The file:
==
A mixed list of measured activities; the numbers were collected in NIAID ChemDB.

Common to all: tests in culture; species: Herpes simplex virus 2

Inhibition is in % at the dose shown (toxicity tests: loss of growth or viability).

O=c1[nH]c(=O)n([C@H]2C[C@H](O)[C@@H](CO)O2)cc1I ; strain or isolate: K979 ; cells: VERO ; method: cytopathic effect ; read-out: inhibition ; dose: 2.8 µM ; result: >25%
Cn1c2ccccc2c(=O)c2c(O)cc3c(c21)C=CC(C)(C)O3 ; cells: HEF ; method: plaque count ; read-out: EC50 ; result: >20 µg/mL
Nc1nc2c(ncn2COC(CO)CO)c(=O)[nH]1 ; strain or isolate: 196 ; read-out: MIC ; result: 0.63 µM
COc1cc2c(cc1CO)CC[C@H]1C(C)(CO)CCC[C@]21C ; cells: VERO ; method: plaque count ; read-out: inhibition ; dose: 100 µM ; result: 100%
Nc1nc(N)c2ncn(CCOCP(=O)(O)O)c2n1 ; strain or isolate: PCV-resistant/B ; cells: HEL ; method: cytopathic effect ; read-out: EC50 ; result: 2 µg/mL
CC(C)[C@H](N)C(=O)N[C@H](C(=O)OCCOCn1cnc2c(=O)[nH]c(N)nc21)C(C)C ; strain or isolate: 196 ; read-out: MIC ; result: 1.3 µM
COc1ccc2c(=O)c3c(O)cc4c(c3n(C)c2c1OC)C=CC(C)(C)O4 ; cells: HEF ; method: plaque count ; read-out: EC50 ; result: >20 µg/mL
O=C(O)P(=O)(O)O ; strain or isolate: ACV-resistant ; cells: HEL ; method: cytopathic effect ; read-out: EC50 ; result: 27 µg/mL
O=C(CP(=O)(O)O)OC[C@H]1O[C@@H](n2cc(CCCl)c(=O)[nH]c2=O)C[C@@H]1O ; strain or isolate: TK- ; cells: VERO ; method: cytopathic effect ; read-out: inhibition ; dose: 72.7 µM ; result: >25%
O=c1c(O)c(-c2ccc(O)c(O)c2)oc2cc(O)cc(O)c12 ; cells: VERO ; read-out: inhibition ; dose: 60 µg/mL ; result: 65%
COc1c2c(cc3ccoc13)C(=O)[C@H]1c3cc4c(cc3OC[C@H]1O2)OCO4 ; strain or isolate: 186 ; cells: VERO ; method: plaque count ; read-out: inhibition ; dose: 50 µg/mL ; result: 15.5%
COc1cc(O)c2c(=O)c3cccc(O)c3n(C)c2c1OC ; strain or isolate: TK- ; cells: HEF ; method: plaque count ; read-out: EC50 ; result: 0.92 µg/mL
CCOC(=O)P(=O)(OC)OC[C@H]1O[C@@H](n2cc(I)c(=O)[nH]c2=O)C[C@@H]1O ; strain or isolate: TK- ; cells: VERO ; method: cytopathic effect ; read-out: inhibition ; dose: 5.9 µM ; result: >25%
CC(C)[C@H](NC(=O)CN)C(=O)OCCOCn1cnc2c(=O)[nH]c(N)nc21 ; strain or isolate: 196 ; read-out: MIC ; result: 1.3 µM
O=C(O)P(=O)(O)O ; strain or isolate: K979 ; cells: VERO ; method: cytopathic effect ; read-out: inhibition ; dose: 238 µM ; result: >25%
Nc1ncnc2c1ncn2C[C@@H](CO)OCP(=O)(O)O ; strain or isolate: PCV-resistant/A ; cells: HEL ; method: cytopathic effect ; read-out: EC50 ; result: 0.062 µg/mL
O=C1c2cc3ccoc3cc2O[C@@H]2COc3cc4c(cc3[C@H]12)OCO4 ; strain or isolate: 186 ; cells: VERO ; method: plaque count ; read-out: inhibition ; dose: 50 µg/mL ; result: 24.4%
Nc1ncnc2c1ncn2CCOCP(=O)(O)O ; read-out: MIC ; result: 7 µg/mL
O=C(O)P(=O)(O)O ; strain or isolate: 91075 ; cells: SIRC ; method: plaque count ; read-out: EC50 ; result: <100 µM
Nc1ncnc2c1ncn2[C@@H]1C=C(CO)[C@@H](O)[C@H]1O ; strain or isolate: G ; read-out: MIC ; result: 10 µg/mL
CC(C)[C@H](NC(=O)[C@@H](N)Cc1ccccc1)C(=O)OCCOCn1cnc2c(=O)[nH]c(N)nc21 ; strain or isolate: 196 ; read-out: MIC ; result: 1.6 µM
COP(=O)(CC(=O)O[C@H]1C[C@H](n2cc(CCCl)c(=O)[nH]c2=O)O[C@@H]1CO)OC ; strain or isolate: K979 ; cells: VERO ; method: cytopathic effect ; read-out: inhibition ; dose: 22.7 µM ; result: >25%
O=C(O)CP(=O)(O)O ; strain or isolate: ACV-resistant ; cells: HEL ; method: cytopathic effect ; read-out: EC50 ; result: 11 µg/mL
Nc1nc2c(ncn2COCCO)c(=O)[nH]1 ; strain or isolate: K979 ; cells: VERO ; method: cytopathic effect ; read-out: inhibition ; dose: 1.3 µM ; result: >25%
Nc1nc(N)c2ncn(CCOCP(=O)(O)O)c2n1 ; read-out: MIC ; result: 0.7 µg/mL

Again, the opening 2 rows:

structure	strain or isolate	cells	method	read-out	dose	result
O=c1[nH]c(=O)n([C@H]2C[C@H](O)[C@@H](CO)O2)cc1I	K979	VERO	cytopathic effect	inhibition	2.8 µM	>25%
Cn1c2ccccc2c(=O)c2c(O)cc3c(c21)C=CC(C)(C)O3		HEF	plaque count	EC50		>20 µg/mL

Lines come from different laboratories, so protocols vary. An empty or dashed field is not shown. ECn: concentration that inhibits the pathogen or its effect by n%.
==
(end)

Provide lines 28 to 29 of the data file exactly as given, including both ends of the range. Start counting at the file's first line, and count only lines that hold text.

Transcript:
Nc1nc(N)c2ncn(CCOCP(=O)(O)O)c2n1 ; read-out: MIC ; result: 0.7 µg/mL

Again, the opening 2 rows: